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Does anybody here have any advice about lighting? I've been trying to paint with oils more and more and I generally paint in the daytime in a room with plenty of natural light coming through a large window facing roughly northwest. I am finding it especially difficult to get nice even lighting on my canvas without too much glare. I am wondering if a translucent blind that could diffuse and even out the light would make things easier to work with? Does anybody have any particular suggestions for lamps?

I have a swing arm lamp that I use similar to this one: Daylight Combo Lamp - BLICK art materials I use a large frosted floodlight as the center bulb (full-spectrum, at the maximum wattage since I like lots and lots of light when I work.) Sometimes I'll use a second swing-arm lamp as well, but generally speaking that's only for night-time use. Don't have much glare with the right angles/distance of the lamp. I think a curtain/shade/blind would be a great solution.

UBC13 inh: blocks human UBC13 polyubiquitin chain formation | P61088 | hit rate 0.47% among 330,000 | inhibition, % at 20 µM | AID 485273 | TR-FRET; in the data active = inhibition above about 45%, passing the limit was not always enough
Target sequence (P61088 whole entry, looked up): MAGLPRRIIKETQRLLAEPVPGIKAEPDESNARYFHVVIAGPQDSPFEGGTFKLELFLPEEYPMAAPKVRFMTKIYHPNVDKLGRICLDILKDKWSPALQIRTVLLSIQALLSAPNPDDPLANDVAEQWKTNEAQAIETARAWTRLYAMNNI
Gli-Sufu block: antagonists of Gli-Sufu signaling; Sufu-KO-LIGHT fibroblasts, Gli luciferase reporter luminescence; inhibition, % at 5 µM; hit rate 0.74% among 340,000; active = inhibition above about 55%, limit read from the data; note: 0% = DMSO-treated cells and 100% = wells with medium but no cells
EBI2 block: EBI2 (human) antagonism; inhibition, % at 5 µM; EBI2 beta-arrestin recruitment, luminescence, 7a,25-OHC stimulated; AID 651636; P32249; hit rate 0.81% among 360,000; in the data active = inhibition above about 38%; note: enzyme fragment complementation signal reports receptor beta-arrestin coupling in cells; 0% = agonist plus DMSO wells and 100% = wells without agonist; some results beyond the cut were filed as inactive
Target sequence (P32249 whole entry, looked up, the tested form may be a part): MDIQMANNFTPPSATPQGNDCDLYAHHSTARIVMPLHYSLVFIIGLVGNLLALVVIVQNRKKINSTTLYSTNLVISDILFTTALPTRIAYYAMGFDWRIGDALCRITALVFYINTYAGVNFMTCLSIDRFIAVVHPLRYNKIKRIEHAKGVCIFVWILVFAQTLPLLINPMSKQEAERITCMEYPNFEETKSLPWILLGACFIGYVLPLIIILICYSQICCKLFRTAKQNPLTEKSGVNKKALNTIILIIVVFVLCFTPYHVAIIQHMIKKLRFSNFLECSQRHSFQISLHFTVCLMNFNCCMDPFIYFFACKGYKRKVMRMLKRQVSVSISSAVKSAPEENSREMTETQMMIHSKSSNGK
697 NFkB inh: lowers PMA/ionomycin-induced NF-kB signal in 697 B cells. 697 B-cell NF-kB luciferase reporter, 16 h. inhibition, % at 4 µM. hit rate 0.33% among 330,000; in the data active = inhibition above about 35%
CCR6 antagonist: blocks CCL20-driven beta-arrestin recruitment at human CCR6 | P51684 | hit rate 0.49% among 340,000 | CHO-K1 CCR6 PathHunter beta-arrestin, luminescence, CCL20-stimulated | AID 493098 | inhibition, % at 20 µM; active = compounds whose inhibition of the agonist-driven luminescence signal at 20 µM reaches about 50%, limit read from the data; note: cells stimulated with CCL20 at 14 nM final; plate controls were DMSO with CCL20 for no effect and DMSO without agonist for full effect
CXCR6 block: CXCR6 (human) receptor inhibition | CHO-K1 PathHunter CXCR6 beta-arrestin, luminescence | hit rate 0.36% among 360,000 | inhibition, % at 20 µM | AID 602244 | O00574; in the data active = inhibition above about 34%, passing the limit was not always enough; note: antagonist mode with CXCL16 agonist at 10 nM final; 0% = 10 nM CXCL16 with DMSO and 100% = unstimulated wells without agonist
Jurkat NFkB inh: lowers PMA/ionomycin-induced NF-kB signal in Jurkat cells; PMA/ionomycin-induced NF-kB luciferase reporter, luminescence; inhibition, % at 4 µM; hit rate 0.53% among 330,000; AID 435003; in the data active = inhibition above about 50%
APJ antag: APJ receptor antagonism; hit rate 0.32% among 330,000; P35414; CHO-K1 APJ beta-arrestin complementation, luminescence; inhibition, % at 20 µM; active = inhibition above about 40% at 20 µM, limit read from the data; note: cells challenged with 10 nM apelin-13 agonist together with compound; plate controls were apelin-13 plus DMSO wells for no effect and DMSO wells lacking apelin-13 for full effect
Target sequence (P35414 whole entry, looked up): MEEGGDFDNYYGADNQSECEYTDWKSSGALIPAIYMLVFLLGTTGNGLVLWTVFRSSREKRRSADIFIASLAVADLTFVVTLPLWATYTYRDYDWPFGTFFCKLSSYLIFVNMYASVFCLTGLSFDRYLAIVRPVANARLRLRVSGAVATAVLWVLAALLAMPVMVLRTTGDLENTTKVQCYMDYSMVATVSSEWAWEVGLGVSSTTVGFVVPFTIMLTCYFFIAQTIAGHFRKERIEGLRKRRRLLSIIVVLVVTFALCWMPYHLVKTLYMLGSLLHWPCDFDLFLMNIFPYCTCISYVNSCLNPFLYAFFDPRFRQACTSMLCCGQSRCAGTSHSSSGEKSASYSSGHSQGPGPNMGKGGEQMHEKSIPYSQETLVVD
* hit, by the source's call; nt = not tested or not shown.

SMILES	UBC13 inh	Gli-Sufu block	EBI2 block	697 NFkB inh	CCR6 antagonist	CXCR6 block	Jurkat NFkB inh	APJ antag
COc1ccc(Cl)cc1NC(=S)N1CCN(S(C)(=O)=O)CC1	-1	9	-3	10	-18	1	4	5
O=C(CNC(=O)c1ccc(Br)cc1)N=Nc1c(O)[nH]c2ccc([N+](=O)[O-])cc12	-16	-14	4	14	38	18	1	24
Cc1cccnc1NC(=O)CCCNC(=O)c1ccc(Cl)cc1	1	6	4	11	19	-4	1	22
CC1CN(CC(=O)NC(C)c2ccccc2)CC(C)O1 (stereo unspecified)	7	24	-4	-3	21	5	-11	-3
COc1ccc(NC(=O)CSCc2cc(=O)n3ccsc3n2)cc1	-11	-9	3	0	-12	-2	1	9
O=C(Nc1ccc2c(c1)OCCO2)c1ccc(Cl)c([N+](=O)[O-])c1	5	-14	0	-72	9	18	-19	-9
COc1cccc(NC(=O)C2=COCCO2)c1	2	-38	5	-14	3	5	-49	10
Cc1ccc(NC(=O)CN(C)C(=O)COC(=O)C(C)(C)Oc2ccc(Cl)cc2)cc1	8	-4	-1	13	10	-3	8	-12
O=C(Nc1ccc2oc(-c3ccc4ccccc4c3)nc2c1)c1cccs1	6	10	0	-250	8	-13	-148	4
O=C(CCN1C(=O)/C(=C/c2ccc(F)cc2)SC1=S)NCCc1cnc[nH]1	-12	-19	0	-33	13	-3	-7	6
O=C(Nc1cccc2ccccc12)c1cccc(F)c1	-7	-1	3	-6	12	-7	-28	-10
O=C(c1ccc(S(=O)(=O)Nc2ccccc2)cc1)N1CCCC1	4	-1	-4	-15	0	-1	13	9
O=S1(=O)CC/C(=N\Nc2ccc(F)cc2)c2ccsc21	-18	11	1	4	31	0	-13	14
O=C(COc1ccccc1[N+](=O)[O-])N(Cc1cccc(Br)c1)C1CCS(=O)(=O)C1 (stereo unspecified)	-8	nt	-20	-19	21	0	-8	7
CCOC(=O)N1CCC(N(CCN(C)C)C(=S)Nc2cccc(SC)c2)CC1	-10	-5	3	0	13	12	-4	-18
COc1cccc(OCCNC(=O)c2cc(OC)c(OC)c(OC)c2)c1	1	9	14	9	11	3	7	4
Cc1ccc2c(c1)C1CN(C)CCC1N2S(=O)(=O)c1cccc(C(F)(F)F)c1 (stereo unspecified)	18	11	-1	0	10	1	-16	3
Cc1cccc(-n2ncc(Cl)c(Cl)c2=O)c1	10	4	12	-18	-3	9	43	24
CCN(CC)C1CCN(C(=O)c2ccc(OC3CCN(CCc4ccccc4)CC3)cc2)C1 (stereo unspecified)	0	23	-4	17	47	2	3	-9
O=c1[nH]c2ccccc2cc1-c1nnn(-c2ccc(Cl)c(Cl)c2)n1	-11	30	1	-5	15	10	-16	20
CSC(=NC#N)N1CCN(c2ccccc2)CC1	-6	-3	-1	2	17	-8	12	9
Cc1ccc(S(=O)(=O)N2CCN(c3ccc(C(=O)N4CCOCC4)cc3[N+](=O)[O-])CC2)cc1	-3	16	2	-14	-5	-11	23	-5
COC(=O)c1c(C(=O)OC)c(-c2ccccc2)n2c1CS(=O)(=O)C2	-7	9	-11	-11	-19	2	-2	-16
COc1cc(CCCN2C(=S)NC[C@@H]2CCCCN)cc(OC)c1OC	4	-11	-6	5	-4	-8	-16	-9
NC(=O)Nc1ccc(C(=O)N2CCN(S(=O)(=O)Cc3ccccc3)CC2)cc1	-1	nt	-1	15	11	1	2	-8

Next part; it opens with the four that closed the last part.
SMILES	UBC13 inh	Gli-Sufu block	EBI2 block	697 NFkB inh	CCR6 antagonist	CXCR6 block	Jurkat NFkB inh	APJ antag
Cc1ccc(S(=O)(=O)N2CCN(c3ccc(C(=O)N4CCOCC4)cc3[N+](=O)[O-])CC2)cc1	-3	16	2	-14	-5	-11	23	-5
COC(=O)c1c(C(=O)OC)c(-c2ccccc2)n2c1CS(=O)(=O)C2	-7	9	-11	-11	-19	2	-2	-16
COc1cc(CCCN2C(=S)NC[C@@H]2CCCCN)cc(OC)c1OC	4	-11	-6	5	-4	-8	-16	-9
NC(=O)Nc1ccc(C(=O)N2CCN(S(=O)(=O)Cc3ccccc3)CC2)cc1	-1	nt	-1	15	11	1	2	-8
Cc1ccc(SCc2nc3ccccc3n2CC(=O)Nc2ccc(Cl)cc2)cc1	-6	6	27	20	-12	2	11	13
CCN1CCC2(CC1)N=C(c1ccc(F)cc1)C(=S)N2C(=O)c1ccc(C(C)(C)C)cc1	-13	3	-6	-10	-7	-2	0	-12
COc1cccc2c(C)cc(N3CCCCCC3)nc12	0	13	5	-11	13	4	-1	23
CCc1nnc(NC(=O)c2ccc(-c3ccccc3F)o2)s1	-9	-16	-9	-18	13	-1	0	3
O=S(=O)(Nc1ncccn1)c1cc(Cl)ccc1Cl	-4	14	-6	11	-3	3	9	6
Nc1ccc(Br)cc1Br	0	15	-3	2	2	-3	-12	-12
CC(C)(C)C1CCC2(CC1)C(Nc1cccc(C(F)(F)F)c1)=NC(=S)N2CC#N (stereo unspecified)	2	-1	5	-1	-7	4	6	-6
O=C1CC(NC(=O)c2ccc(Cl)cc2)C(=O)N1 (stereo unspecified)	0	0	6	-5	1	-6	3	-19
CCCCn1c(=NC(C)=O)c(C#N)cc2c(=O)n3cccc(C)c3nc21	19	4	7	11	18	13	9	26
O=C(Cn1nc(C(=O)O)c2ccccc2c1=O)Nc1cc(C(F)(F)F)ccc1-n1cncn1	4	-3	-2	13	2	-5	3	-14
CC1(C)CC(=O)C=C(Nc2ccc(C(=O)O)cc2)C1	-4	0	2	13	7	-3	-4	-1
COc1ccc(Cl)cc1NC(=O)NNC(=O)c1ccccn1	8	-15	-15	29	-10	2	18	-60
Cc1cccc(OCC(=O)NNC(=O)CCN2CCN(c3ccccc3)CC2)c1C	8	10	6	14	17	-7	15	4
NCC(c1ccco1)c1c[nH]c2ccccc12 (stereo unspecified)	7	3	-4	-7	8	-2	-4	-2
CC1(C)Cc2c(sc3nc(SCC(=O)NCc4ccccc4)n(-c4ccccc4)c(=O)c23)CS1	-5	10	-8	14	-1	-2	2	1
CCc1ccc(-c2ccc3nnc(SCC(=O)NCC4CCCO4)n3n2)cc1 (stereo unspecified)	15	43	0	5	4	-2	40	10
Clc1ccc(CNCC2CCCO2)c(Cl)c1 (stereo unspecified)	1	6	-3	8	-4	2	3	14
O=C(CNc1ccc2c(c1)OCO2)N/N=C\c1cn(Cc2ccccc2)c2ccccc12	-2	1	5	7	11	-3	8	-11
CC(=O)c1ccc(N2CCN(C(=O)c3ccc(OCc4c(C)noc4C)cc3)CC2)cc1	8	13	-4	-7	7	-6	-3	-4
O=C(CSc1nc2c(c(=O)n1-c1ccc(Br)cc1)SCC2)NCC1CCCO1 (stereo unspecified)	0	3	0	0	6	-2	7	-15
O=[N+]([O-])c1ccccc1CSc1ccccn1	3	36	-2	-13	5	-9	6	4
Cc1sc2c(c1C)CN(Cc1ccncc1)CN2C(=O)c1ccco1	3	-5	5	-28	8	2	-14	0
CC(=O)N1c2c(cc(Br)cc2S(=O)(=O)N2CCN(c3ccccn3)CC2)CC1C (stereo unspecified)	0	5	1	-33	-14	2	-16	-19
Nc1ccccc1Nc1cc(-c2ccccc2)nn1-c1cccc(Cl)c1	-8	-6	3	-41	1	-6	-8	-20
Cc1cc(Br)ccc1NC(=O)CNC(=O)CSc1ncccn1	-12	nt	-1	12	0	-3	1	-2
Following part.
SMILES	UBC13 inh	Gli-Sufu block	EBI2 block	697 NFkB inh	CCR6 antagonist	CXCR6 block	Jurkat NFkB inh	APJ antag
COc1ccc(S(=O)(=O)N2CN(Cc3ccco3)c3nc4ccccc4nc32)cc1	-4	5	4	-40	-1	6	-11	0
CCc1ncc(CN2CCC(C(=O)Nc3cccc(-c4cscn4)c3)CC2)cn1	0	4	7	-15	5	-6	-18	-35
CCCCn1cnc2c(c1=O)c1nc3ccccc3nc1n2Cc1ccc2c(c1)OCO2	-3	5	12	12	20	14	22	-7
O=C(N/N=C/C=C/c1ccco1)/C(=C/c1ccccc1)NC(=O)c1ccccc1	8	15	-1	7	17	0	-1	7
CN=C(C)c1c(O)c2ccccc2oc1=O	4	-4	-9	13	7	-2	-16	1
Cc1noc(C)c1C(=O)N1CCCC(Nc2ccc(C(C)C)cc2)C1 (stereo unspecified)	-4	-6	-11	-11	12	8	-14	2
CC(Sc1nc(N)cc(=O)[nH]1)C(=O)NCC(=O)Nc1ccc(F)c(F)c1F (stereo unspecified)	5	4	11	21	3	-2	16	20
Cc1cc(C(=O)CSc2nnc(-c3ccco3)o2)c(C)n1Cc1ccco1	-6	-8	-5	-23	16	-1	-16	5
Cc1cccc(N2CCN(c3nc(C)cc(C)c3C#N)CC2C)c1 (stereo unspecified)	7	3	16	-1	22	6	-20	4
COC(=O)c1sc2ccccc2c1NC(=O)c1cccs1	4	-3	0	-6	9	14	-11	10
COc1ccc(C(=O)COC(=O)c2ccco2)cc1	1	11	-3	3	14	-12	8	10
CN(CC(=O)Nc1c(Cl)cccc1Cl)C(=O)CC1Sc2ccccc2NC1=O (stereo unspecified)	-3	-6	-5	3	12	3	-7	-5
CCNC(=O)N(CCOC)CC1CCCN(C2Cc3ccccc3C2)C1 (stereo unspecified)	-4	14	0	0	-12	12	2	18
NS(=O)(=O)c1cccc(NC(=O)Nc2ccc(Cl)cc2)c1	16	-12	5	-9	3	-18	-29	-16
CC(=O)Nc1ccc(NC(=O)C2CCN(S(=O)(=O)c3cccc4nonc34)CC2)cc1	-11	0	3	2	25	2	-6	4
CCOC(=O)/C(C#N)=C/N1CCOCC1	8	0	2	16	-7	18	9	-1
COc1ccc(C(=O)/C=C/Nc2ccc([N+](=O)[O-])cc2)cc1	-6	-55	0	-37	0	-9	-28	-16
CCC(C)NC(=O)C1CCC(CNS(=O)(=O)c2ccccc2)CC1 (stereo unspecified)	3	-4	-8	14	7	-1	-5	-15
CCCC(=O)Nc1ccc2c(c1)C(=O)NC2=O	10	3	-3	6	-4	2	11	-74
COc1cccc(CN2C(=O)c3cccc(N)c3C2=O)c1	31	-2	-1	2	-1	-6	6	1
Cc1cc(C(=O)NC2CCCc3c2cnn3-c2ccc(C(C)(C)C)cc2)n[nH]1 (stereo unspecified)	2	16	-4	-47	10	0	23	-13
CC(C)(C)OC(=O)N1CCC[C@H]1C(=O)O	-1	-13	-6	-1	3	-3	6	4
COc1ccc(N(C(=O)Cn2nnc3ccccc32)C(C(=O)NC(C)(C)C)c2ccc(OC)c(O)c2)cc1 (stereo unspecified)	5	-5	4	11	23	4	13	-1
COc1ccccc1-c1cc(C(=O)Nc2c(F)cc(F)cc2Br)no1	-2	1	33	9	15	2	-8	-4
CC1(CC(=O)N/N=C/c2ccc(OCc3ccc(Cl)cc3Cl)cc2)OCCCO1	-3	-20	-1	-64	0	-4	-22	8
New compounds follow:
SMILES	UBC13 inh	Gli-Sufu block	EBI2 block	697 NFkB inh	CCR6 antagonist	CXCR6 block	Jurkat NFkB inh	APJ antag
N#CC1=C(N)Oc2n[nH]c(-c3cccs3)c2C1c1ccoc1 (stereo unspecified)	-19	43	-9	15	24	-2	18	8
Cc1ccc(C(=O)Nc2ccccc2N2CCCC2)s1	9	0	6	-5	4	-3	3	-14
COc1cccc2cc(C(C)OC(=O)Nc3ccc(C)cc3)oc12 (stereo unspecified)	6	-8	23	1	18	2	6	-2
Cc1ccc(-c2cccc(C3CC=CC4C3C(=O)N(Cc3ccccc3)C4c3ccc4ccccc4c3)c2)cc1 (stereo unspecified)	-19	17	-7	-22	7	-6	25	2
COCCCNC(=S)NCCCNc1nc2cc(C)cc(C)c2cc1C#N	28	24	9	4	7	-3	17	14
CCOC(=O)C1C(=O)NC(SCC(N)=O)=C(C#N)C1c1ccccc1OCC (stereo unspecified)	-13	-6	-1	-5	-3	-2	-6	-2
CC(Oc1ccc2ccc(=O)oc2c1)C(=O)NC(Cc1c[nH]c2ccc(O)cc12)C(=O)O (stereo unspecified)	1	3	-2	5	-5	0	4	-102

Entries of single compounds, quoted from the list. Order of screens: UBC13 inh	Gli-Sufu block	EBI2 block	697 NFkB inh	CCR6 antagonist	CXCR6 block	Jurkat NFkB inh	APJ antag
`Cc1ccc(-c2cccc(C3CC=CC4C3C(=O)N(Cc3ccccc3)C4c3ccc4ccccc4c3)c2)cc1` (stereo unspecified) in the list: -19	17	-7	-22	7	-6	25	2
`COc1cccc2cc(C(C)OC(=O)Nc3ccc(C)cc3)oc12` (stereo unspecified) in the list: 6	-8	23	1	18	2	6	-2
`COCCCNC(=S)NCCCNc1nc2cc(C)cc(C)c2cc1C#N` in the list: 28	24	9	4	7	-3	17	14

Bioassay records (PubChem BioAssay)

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  • 2 weeks later...

I'm interested to hear what any of the older guys have to say about this as well. I am not a tattooer, but I do paint and have found that some of the artists I get tattooed by were very hesitant to share any knowledge with me until I had been hanging around the shop for a good amount of time. For example, I occasionally get tattooed at JD Crowe's Ancient Art in VA Beach, where all of the artists are very experienced painters. It wasn't until I had been hanging around for about 2 years that Scott Sterling would talk to me at all about painting, not surprising to me because he's a legend in my eyes. Regardless, if the artists don't like you or trust you, they probably won't be of any help, but once they saw that I take my studies and painting very seriously, they were shooting me a few tips.

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  • 4 weeks later...